Since early last month I have been speaking once or twice a week at forums on the stakes in elections, particularly in the upcoming one. My audiences are voters of various ages and social situations, and my enlistments, although unsolicited and coming at short notice, have such sort of serendipitous appeal I just cannot resist them.
Indeed, I apply myself to these occasions with the alacrity of a desperate repentant; I’ve realized, though only now, and only because the consequences have become too dreadfully plain to be missed, that I’ve defaulted on my basic duty as an elder.
The default may well lie with my entire generation, but a personal sense of guilt gnaws at me. As a newsman, embarrassingly for more than a half-century now, I have been privileged to observe closely and professionally the making of some of the nation’s contemporary history; yet I evidently have failed to do my part in keeping the next generation informed enough to be fairly warned.
Crime of omission
The grievousness of this crime of omission cannot be overstated; the rise of a Rodrigo Duterte and a Ferdinand Marcos Jr. should be evidence enough. Duterte and Marcos personify—with perverse pride yet in Duterte’s case—the triumph not only of unreason but of sick-mindedness, not only of bad taste and incivility but of indecency and inhumanity.
Marcos is getting neutralized, and the trend seems proceeding toward his defeat as secrets continue to be exposed, and lies set right, about his father’s reign of torture, murder and plunder. But, even more hopefully, a breath of fresh, healthy air blows across the electoral landscape.
Coming to the vice-presidential race a comparative unknown, Leni Robredo has proved herself the real deal; with a solid track record and an unassailable character, she has needed only to be introduced. Starting unrated, she has caught up with front-runner Marcos in less than six months.
Duterte is comparable with Robredo, but only in the most offensive sense. He is new air, too, but air neither fresh nor healthy; he is, rather, a storm gusting hot and mephitic wind.
He has turned virtue on its head. He speaks in the foulest language, habitually debasing mothers in it. As for women in general, scarcely do they strike him, except as objects of his lechery. Justice, he dispenses outside the law, death-squad-fashion, and diplomacy, he conducts belligerently. About business, finance and economics, he comes across incoherently, to say the least. (And if his latest audience, the Makati Business Club, hasn’t quite realized that, it must be itself in a not-quite-wholesome sort of business or mentality.)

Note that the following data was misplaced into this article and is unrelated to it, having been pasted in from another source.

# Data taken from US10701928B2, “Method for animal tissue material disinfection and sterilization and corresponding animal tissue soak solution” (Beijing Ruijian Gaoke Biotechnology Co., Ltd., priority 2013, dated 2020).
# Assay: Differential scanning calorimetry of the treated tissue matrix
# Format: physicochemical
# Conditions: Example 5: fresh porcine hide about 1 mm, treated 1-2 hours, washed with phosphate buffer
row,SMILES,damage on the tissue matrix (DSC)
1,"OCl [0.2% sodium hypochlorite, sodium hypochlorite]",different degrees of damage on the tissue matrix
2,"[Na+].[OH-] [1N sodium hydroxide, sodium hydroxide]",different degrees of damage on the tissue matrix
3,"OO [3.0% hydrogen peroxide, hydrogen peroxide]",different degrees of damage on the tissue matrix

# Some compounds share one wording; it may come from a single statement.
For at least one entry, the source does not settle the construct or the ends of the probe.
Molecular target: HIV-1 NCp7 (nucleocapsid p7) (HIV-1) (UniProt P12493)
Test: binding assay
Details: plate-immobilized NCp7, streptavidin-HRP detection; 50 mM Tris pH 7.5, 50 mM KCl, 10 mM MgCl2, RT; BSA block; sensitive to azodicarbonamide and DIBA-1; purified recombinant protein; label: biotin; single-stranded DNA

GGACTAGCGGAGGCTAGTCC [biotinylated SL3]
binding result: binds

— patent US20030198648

Still, Duterte leads the presidential race. Lately, he has been accused of keeping a hefty and smelly secret bank account, but he won’t talk about it. Like his rival Jejomar Binay, he shrugs off the accusation as “garbage.”
But never mind beating Binay; his own far larger and impurer bank account requires little proving. Never mind beating Grace Poe, either; she once chucked her Filipino citizenship and lied in a public document. (Indeed, the Supreme Court has declared the lie innocent; but, even for the Supreme Court, that’s a tough sell. Poe herself knew—without malice aforethought?—that she stood to gain out of her own lie, and stood to gain big—no less than a shot at the presidency).
But beating Mar Roxas would seem curious—curious, that is, in the normal context. Not only is Roxas the anointed heir to the respectable, progressive, reformist leadership of Noynoy Aquino, he is the only presidential candidate to emerge free of any taint of character.
To be sure, he is no breath of fresh air like Leni Robredo, and he’s up against not a Marcos, an old, foul breath blowing back, but a Rodrigo Duterte, whose appeal would itself seem fresh, if odd, and precisely lies in his distasteful, dictatorial deportment.
He inspires two types of voters. One comprises those who have languished for so long in deep poverty they are easily taken with false messiahs preaching shortcuts to redemption. The other is the more frightening type, and it cuts across class lines.
It has two subtypes. One collects those who identify with Duterte and whose aberrations are provoked by him as an idol; the other comprises well-heeled, schooled—but not necessarily educated—outwardly proper citizens who have flourished in the feudalist culture of patronage and see in Duterte the ultimate patron they can play: he does not cross the likes of them; they can handle him.
If a Duterte presidency does not yet scare you, you must be truly foolhardy or downright sick or both.